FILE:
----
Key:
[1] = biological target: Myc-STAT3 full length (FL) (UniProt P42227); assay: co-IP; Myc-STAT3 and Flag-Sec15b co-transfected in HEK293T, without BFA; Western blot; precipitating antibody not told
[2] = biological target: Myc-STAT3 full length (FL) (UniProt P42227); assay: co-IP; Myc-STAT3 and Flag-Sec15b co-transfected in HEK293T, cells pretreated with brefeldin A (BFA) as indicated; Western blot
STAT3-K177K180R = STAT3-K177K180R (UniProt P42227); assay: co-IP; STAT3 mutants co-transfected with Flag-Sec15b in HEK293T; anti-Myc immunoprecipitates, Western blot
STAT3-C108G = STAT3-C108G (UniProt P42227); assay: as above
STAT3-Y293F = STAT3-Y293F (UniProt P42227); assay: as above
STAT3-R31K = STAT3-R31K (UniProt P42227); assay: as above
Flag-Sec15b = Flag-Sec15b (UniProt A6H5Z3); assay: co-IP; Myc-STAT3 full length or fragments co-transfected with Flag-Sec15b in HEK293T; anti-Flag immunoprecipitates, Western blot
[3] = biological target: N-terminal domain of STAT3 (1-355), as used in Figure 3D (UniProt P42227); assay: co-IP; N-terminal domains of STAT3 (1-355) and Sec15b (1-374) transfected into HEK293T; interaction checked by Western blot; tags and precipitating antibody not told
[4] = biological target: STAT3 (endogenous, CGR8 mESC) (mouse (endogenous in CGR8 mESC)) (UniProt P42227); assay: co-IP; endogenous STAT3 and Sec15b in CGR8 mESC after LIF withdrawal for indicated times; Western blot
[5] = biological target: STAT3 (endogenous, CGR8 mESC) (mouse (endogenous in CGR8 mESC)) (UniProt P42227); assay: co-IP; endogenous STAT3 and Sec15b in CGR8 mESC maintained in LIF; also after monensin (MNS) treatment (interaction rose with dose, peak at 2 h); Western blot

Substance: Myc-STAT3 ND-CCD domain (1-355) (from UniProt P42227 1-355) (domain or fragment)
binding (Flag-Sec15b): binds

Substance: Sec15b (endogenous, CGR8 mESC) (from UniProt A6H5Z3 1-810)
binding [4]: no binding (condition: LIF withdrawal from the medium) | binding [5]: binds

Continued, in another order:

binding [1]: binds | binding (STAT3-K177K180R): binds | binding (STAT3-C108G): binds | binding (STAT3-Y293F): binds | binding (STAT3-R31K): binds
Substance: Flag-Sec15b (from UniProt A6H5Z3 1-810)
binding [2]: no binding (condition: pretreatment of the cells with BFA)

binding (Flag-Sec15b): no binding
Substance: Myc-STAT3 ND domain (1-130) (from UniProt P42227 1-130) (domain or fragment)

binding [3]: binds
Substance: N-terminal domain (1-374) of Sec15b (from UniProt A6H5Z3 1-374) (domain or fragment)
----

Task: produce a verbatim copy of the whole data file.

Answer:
Key:
[1] = biological target: Myc-STAT3 full length (FL) (UniProt P42227); assay: co-IP; Myc-STAT3 and Flag-Sec15b co-transfected in HEK293T, without BFA; Western blot; precipitating antibody not told
[2] = biological target: Myc-STAT3 full length (FL) (UniProt P42227); assay: co-IP; Myc-STAT3 and Flag-Sec15b co-transfected in HEK293T, cells pretreated with brefeldin A (BFA) as indicated; Western blot
STAT3-K177K180R = STAT3-K177K180R (UniProt P42227); assay: co-IP; STAT3 mutants co-transfected with Flag-Sec15b in HEK293T; anti-Myc immunoprecipitates, Western blot
STAT3-C108G = STAT3-C108G (UniProt P42227); assay: as above
STAT3-Y293F = STAT3-Y293F (UniProt P42227); assay: as above
STAT3-R31K = STAT3-R31K (UniProt P42227); assay: as above
Flag-Sec15b = Flag-Sec15b (UniProt A6H5Z3); assay: co-IP; Myc-STAT3 full length or fragments co-transfected with Flag-Sec15b in HEK293T; anti-Flag immunoprecipitates, Western blot
[3] = biological target: N-terminal domain of STAT3 (1-355), as used in Figure 3D (UniProt P42227); assay: co-IP; N-terminal domains of STAT3 (1-355) and Sec15b (1-374) transfected into HEK293T; interaction checked by Western blot; tags and precipitating antibody not told
[4] = biological target: STAT3 (endogenous, CGR8 mESC) (mouse (endogenous in CGR8 mESC)) (UniProt P42227); assay: co-IP; endogenous STAT3 and Sec15b in CGR8 mESC after LIF withdrawal for indicated times; Western blot
[5] = biological target: STAT3 (endogenous, CGR8 mESC) (mouse (endogenous in CGR8 mESC)) (UniProt P42227); assay: co-IP; endogenous STAT3 and Sec15b in CGR8 mESC maintained in LIF; also after monensin (MNS) treatment (interaction rose with dose, peak at 2 h); Western blot

Substance: Myc-STAT3 ND-CCD domain (1-355) (from UniProt P42227 1-355) (domain or fragment)
binding (Flag-Sec15b): binds

Substance: Sec15b (endogenous, CGR8 mESC) (from UniProt A6H5Z3 1-810)
binding [4]: no binding (condition: LIF withdrawal from the medium) | binding [5]: binds

Continued, in another order:

binding [1]: binds | binding (STAT3-K177K180R): binds | binding (STAT3-C108G): binds | binding (STAT3-Y293F): binds | binding (STAT3-R31K): binds
Substance: Flag-Sec15b (from UniProt A6H5Z3 1-810)
binding [2]: no binding (condition: pretreatment of the cells with BFA)

binding (Flag-Sec15b): no binding
Substance: Myc-STAT3 ND domain (1-130) (from UniProt P42227 1-130) (domain or fragment)

binding [3]: binds
Substance: N-terminal domain (1-374) of Sec15b (from UniProt A6H5Z3 1-374) (domain or fragment)